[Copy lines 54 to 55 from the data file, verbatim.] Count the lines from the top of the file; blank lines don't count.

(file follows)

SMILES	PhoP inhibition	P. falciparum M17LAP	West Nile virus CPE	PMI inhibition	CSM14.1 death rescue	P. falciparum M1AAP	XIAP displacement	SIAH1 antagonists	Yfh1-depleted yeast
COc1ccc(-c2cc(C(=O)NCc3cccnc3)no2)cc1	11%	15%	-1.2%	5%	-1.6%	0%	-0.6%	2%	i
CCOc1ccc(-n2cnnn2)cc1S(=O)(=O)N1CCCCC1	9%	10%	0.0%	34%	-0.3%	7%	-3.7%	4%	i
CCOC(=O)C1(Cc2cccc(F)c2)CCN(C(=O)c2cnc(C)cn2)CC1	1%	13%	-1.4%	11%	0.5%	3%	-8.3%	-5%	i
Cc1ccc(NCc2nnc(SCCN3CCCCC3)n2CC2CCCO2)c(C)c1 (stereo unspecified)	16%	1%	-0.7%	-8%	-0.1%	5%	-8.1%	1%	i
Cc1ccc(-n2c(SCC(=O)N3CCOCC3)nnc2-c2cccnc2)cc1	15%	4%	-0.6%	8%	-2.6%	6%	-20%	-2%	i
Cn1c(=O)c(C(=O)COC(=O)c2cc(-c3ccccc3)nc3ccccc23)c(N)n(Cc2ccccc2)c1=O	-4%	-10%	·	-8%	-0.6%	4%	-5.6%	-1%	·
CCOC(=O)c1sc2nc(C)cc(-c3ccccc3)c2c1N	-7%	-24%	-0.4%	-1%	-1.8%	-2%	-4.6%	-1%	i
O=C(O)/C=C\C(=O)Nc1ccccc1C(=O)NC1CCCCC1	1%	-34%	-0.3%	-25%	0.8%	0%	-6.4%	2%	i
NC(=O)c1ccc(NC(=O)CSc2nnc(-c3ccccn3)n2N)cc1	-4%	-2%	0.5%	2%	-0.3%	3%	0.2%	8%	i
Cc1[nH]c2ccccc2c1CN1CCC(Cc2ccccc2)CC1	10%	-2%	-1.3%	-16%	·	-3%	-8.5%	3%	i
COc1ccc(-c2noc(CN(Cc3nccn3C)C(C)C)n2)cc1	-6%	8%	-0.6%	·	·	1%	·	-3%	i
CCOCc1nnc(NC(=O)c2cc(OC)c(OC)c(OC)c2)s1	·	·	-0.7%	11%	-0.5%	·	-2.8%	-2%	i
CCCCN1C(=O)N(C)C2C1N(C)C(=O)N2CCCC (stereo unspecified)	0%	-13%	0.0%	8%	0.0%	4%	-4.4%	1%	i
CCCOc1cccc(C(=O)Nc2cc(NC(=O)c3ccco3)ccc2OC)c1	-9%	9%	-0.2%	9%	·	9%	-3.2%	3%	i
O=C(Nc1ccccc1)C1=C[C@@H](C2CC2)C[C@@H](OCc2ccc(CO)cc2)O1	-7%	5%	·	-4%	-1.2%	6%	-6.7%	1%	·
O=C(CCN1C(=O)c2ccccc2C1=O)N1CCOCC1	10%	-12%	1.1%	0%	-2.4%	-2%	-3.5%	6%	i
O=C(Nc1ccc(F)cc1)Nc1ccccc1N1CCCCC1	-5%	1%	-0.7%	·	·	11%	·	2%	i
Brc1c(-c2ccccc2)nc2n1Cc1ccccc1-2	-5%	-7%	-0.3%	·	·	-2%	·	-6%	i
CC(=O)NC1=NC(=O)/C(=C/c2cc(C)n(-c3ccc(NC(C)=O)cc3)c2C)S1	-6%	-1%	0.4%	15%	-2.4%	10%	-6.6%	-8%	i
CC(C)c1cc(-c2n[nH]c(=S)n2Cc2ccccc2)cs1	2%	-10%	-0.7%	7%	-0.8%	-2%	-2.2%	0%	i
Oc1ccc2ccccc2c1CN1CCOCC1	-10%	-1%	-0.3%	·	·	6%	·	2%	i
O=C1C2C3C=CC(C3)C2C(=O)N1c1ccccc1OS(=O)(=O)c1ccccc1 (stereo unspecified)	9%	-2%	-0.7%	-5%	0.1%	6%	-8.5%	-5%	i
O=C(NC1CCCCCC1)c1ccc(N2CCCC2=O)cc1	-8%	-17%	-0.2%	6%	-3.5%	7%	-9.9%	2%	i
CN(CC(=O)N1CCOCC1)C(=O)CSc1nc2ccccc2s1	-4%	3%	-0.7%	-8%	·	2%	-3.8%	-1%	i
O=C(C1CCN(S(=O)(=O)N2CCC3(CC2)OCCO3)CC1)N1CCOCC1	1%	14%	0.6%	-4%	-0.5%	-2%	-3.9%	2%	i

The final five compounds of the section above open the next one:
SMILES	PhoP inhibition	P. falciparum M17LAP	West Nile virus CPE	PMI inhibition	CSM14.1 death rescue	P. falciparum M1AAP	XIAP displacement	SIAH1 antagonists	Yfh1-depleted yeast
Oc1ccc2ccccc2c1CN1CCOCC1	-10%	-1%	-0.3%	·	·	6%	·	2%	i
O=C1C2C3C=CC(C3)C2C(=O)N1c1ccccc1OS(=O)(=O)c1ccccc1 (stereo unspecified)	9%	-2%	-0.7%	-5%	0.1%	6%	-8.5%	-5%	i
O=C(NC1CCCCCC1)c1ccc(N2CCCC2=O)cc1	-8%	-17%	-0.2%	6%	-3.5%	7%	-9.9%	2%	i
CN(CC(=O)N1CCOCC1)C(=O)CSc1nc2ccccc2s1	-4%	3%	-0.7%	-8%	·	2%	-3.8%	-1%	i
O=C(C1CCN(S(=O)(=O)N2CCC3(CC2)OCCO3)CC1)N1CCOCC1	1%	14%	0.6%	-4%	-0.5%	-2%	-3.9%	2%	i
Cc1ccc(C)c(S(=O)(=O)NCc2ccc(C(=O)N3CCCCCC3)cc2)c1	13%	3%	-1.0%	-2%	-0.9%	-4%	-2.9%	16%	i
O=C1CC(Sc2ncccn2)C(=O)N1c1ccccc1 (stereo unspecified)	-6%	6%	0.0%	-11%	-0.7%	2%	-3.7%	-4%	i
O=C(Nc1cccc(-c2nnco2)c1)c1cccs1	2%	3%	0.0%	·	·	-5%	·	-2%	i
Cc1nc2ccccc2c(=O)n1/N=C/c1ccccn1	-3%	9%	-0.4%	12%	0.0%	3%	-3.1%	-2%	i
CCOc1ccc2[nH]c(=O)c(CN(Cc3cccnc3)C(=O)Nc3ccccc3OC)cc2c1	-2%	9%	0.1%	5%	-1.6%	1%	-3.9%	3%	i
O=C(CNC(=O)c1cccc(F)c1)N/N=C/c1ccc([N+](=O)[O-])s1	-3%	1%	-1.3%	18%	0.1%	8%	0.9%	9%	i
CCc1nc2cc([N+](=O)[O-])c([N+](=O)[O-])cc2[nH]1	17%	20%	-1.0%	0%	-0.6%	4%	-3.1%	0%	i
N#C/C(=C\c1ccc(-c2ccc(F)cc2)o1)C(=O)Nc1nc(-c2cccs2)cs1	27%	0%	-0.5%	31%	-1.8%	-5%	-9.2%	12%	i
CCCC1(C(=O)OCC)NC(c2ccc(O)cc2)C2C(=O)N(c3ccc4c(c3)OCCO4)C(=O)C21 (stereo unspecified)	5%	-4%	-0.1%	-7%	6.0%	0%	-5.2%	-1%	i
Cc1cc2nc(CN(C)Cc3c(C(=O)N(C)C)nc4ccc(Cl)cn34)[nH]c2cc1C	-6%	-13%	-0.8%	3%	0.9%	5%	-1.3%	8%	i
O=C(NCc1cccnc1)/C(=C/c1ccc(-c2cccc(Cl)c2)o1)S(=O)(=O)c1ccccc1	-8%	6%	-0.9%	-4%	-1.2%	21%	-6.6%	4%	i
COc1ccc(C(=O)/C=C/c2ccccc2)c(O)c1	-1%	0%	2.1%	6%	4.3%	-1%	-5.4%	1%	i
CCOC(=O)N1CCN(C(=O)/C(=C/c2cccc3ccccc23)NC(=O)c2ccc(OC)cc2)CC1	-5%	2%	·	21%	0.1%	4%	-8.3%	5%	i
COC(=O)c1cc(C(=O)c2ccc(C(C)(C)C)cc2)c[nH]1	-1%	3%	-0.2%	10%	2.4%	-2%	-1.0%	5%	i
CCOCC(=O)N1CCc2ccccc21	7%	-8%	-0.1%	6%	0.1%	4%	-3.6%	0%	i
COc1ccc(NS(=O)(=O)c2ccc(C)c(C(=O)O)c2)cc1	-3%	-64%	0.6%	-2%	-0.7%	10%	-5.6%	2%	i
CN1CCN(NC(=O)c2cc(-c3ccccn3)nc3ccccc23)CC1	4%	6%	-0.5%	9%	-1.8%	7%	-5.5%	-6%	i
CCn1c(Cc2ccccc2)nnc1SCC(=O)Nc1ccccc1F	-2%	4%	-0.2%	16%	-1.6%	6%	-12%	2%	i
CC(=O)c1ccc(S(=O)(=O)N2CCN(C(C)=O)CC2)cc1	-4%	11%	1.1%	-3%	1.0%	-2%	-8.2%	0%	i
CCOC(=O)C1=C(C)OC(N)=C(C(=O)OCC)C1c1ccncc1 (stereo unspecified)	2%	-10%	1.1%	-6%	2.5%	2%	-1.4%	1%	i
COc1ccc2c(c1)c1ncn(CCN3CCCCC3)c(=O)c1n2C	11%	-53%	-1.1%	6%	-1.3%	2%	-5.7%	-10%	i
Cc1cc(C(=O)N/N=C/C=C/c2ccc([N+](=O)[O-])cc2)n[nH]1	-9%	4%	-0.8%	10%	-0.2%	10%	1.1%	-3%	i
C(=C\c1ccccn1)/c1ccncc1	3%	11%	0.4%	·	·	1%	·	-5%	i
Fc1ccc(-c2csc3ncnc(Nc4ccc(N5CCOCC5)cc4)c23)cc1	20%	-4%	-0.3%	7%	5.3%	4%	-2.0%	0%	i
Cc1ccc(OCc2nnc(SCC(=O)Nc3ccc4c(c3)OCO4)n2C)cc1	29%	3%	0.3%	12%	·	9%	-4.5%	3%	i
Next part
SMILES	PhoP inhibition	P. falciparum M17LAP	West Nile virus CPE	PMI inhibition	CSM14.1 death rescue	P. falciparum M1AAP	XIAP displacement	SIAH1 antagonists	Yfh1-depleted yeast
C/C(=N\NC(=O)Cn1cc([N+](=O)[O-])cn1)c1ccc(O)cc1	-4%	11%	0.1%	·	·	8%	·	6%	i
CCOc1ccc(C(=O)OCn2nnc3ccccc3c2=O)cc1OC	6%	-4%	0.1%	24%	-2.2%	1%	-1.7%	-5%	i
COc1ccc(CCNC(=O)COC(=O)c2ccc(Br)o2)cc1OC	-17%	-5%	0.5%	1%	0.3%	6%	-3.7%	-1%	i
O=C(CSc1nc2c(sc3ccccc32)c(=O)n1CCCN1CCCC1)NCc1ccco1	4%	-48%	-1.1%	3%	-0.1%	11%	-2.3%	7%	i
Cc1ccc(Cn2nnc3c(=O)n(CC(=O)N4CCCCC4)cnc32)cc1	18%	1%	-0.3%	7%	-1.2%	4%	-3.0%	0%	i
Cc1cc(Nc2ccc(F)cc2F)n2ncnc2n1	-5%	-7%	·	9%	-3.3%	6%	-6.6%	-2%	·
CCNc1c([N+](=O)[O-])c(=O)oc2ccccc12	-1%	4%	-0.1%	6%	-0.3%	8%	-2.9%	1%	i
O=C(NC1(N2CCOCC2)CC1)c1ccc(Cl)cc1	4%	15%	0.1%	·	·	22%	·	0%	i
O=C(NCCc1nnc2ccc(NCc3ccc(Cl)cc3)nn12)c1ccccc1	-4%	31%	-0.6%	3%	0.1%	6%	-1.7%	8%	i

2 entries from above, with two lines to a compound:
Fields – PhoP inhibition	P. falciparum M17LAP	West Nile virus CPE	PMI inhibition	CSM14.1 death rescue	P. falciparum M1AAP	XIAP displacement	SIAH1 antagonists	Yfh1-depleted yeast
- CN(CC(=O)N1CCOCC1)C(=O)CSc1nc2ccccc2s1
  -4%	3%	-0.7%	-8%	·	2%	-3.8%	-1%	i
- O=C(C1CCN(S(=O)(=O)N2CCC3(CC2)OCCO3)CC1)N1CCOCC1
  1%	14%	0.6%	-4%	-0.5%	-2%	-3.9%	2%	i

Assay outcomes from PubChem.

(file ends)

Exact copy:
COc1ccc2c(c1)c1ncn(CCN3CCCCC3)c(=O)c1n2C	11%	-53%	-1.1%	6%	-1.3%	2%	-5.7%	-10%	i
Cc1cc(C(=O)N/N=C/C=C/c2ccc([N+](=O)[O-])cc2)n[nH]1	-9%	4%	-0.8%	10%	-0.2%	10%	1.1%	-3%	i